The German economy starts the new year with confidence

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Status: 01/25/2023 11:22 AM

At the beginning of the year, the mood on the executive floors of German companies improved for the fourth month in a row. While the outlook was better, the companies were less satisfied with the current business.

At the turn of the year, the mood in the German economy improved for the fourth time in a row. The IFO business climate in January rose to 90.2 points from 88.6 points in the previous month, the Munich Institute announced today. Bank economists and economists expected an increase of this size on average. “The German economy starts the new year with more confidence,” said IFO President Clemens Fuest. While companies rated their future prospects much better, they rated their current situation somewhat worse.

Clemens Fuest, President of the ifo institute, on the mood in the German economy

tagesschau24 11:00 AM, 1/25/2023

The federal government is also more optimistic

“The business climate at IFO has recovered significantly because easing in the gas market has reduced companies’ fears of a severe recession,” commented Jörg Kramer, chief economist at Commerzbank. However, it is still at a level where there have been regular economic slowdowns in the past. In addition, the central banks of many countries have had to significantly raise key interest rates due to high inflation. According to Kramer, a mild recession is still the “most likely scenario.”

Alexander Krueger of Bankhaus Hauck Aufhäuser Lampe agrees, “The fourth consecutive rise in the index enhances the likelihood of a trend reversal.” Economically, it appears to be less bad than feared. “The risk of a recession is getting smaller and smaller.” This has also been shown recently by other leading economic indicators and data. For example, Germany’s S&P Global Buying Managers Index recently rose for the third month in a row.

According to preliminary information, the gross domestic product stagnated during the period from October to December 2022 compared to the previous quarter. In its new annual economic report, the federal government no longer predicts a recession, either. Accordingly, it now expects in 2023 a small growth of 0.2 percent, after an estimate of minus 0.4 percent in October. Federal Economics Minister Robert Habeck will present the report in Berlin this afternoon.

The economy could contract in the first quarter

According to the ifo survey, the mood has improved among companies in all sectors surveyed – in manufacturing, the service sector, trade, and also in the construction industry. Last year, the business climate mostly clouded over by late summer. The impetus for this was Russia’s war of aggression against Ukraine and the sharp rise in energy prices. However, the latter has decreased significantly in recent weeks.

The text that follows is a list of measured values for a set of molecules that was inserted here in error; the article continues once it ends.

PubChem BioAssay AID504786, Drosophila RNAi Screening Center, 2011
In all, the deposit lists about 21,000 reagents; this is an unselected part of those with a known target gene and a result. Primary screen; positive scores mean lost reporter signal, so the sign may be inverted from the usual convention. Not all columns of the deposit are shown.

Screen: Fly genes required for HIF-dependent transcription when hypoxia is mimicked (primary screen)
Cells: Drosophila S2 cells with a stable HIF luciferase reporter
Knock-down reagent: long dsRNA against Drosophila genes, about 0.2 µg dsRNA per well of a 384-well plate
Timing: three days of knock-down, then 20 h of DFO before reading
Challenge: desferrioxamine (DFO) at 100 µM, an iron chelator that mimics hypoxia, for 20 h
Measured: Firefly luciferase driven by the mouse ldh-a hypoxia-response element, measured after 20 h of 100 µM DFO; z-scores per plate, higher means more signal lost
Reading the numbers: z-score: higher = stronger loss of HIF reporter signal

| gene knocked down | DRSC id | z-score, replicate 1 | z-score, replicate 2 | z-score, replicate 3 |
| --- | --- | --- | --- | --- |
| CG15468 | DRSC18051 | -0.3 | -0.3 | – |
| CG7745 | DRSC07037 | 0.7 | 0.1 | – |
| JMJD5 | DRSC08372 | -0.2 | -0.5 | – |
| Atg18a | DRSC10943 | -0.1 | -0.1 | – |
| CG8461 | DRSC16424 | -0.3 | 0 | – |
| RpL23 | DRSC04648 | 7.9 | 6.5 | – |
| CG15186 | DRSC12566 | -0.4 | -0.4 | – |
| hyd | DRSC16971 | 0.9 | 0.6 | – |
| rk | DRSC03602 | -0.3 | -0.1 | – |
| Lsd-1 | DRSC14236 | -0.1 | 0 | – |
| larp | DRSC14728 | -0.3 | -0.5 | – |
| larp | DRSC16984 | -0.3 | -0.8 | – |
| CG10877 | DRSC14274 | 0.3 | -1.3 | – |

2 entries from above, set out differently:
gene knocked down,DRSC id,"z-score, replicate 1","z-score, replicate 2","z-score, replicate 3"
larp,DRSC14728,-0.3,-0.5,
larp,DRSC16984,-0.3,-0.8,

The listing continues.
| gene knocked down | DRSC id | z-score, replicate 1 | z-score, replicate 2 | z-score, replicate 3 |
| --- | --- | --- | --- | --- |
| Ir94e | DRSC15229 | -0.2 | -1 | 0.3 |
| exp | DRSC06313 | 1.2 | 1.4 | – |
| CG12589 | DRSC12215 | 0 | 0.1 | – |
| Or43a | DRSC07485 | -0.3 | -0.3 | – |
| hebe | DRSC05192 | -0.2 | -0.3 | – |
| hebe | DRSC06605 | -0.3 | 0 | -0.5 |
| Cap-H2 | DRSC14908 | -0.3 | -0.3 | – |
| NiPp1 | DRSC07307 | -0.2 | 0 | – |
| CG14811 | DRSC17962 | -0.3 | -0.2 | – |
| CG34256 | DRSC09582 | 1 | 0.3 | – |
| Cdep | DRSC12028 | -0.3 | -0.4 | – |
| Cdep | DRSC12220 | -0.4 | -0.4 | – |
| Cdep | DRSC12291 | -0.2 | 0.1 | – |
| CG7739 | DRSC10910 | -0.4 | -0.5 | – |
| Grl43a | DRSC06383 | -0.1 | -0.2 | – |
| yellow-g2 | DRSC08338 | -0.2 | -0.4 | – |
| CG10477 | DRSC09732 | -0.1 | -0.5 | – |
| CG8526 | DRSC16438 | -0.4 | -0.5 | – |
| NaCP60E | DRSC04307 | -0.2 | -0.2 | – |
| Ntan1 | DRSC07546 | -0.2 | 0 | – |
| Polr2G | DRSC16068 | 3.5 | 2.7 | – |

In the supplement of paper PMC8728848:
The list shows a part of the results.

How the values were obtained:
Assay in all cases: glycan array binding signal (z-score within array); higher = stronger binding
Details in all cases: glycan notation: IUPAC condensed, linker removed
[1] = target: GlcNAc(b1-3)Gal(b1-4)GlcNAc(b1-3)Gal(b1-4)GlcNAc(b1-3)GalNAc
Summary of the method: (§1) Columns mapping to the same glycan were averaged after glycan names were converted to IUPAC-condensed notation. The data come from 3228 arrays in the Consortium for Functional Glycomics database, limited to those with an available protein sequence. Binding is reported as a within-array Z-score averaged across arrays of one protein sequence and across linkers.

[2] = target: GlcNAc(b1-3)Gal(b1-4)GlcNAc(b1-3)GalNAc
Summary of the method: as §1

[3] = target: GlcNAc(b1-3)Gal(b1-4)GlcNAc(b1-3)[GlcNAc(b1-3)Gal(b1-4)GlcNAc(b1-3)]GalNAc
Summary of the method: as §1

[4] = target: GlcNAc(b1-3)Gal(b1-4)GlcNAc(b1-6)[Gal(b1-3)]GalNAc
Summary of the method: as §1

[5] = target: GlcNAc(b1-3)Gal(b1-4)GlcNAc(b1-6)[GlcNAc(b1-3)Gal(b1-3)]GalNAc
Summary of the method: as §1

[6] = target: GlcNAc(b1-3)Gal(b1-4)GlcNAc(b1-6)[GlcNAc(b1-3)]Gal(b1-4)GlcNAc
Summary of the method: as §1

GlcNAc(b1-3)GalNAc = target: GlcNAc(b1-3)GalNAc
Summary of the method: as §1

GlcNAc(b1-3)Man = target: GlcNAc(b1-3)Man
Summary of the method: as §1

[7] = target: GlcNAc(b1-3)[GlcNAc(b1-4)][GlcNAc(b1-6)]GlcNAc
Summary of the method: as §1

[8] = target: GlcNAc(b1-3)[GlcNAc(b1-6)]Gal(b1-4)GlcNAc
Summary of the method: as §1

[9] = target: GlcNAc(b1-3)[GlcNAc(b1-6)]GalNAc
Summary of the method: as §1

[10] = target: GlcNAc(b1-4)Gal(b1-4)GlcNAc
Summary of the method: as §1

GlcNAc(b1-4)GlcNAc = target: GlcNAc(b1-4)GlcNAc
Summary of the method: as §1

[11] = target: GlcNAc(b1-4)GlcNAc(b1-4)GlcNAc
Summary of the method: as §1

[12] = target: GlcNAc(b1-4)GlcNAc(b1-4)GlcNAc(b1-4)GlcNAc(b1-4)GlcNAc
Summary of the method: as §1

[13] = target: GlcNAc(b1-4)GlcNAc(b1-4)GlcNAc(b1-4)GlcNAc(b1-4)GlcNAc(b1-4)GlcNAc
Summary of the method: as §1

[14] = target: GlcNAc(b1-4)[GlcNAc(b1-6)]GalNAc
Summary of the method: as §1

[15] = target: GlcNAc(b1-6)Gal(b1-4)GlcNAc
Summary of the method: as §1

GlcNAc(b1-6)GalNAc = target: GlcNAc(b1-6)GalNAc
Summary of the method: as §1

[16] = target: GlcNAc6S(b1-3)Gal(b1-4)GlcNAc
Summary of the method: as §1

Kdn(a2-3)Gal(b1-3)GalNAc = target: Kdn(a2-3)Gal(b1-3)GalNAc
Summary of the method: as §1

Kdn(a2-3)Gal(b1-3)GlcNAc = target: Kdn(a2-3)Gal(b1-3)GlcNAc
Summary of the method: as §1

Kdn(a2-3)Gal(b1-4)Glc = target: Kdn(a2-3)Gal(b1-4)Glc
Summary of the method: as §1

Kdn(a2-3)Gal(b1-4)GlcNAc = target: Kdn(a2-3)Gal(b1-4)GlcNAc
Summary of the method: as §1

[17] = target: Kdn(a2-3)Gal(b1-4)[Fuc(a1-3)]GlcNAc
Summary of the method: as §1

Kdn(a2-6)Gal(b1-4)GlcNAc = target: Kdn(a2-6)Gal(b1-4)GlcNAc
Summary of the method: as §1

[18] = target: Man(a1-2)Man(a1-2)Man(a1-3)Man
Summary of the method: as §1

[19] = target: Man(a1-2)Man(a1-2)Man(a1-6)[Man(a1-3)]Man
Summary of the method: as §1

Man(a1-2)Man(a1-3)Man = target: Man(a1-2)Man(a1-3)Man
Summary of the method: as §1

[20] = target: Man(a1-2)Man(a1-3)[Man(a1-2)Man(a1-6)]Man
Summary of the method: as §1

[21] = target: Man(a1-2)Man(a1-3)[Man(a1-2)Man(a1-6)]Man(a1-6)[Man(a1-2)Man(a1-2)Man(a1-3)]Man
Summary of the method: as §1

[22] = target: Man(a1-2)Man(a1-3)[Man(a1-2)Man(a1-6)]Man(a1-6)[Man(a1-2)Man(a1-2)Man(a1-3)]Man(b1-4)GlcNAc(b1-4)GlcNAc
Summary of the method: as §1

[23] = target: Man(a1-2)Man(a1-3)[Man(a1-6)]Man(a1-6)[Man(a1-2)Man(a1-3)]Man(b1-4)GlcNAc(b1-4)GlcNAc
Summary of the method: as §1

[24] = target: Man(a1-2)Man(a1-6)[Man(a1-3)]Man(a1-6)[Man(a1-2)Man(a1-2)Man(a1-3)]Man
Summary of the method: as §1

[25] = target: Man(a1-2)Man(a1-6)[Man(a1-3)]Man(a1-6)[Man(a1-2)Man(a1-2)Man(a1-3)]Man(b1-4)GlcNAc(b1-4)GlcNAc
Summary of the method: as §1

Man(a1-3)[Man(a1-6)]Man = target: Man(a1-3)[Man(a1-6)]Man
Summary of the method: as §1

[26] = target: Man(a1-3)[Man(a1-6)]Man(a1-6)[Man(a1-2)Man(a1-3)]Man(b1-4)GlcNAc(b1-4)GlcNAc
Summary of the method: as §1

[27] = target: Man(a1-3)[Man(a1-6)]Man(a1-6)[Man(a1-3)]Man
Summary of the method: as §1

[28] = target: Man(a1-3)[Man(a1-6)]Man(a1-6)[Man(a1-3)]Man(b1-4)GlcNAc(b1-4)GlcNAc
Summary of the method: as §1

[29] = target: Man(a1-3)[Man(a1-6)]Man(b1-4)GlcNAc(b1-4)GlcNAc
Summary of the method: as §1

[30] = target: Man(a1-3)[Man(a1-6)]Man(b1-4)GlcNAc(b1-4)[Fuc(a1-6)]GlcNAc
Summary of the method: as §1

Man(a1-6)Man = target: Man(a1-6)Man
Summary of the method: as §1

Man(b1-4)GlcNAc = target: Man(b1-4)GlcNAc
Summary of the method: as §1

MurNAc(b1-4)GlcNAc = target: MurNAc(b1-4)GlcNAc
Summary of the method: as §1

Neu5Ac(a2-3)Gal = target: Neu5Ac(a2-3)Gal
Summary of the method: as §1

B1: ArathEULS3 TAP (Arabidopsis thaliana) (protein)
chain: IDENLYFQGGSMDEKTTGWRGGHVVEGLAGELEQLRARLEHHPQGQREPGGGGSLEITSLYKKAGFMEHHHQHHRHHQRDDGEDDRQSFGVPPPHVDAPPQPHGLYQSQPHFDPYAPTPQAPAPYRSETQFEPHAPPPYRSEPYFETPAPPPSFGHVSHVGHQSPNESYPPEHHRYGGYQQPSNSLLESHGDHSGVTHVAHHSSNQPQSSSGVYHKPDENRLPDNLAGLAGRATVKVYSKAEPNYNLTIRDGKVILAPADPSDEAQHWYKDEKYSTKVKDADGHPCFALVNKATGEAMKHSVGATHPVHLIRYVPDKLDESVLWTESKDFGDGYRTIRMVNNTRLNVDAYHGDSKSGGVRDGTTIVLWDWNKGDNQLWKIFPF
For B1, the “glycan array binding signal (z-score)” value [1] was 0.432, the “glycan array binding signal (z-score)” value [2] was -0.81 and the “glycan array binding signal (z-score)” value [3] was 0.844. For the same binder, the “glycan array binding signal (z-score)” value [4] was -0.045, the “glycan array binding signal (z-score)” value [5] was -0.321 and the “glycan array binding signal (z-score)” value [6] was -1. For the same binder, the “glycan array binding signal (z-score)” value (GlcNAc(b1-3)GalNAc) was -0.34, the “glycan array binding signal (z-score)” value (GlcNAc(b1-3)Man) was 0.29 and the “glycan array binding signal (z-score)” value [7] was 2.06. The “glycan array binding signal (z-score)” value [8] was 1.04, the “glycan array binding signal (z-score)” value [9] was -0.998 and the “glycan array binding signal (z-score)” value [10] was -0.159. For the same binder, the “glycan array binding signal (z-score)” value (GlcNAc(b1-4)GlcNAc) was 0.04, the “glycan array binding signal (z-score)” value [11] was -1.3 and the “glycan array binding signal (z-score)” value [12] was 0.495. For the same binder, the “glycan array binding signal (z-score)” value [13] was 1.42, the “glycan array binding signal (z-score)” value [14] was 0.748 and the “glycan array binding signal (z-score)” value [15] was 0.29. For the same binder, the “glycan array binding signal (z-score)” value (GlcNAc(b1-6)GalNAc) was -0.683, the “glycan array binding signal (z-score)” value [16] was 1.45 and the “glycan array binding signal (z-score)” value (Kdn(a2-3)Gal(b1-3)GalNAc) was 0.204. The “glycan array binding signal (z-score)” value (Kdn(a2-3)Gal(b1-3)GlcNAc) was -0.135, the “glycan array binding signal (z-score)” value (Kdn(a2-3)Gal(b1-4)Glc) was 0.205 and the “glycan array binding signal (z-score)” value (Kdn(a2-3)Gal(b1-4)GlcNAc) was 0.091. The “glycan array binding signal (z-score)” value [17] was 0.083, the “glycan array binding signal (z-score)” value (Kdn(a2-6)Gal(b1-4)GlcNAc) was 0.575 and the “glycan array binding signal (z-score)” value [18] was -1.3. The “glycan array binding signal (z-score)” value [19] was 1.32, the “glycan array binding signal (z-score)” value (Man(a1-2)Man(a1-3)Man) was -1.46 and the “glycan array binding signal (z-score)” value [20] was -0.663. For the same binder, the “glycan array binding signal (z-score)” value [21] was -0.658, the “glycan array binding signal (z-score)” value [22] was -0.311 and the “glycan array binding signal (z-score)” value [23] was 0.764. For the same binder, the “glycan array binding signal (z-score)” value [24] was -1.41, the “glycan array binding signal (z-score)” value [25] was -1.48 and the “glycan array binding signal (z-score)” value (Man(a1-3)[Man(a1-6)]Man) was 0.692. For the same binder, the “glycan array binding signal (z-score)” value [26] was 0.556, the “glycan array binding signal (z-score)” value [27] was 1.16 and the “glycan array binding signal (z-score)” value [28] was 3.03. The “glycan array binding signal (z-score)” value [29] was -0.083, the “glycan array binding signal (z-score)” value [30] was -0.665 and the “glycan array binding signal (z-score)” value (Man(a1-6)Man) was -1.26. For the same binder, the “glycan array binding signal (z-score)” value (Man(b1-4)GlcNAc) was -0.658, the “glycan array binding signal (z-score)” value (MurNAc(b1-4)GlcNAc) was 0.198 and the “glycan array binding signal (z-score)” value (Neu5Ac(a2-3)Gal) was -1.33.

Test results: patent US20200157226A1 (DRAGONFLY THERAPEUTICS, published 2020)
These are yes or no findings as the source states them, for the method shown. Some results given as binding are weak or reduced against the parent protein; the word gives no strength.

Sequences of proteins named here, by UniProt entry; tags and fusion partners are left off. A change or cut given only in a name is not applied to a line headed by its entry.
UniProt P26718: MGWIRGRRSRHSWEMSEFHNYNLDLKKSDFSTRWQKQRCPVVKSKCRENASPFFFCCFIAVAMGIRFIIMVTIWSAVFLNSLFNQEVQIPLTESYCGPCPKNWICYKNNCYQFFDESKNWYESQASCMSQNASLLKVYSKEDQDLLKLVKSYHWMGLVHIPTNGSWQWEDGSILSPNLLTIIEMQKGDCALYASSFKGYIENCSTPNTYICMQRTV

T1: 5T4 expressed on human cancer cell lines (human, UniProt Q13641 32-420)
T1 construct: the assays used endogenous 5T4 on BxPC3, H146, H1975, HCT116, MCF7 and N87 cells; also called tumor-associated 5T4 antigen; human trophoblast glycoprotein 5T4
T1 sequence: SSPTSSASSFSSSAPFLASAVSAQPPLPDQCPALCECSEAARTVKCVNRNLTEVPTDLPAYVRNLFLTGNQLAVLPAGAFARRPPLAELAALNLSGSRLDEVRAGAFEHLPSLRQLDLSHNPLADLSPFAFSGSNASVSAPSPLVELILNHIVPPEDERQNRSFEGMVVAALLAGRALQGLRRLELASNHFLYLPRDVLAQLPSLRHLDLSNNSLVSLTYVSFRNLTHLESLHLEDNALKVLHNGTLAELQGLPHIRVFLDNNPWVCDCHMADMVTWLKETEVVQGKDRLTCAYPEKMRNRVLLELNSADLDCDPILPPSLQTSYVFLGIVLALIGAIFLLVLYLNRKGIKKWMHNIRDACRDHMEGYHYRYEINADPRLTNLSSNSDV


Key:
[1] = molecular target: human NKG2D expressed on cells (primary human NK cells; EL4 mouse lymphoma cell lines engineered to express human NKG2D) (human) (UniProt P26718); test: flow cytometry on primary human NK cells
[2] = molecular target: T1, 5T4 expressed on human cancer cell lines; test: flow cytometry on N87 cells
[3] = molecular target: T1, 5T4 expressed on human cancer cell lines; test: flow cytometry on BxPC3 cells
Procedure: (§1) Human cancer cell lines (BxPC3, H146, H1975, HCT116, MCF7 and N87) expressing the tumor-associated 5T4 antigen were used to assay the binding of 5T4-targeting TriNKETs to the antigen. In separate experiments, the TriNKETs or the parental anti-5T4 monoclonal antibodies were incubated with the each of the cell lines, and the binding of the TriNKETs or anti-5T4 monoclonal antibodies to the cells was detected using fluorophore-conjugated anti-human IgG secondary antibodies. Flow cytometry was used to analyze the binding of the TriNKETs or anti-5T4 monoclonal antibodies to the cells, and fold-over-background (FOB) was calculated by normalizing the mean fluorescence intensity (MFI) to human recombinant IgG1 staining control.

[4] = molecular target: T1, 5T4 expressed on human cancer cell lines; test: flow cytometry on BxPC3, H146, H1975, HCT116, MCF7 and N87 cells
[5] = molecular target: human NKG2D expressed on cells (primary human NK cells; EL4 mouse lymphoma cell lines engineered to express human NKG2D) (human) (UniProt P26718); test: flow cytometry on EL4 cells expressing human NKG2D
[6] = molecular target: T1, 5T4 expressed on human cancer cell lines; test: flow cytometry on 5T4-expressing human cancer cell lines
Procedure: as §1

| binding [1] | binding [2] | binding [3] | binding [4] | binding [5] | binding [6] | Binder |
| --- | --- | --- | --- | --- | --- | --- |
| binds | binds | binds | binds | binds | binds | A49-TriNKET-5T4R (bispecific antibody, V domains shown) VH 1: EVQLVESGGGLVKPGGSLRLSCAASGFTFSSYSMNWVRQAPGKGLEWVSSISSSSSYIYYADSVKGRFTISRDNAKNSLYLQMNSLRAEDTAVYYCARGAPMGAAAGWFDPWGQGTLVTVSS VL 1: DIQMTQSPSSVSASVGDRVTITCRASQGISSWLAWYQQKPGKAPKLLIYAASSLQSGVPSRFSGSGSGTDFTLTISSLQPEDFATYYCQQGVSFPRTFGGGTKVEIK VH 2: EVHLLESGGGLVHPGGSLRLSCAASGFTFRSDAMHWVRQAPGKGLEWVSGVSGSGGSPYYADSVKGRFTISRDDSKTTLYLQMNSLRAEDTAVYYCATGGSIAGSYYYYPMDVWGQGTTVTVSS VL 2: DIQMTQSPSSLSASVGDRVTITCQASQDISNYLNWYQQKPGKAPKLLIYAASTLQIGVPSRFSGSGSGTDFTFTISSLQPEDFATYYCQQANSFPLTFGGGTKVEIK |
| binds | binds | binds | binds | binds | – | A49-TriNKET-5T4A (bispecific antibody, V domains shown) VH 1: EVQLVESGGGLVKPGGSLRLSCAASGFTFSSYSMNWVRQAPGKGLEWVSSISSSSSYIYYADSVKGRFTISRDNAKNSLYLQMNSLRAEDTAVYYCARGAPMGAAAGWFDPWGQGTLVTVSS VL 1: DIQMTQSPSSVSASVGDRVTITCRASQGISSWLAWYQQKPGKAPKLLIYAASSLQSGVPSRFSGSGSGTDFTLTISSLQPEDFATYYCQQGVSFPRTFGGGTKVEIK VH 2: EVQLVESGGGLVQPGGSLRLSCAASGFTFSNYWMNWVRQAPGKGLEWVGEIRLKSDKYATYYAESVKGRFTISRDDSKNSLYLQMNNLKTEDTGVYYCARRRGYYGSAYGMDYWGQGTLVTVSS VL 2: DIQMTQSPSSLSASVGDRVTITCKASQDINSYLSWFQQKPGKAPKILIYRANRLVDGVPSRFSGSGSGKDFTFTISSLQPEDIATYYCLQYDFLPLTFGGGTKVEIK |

However, pessimism still prevails among the companies surveyed in the current situation, economist Krueger warns. Energy costs and material bottlenecks remain a challenge. Jens-Oliver Niklasch of Landesbank Baden-Württemberg also points out this: “You don’t have to be optimistic too quickly.” Apparently, one other company is facing increasing difficulties with the trinity of soaring energy prices, broken supply chains, and rising interest rates. Added to this is the cushion of light orders in German industry.

Regardless of the clearly bright economic outlook, the German economy will also contract in the first quarter of the new year, according to ifo institute forecasts. “Gross domestic product is likely to decline slightly,” said Klaus Wollrabe, head of IFO polls. ‘This is mainly due to private consumption.’ This should be lower in January-March than it was at the end of 2022 – also because of the so-called forward drag effects. For example, a large number of electric cars were sold in December because buyers still wanted to take advantage of the state bonus. “That requirement is now missing,” said Wollrab. In addition, many consumers will have to pay more for electricity and gas from the beginning of the year. “There is no money for other expenses.”

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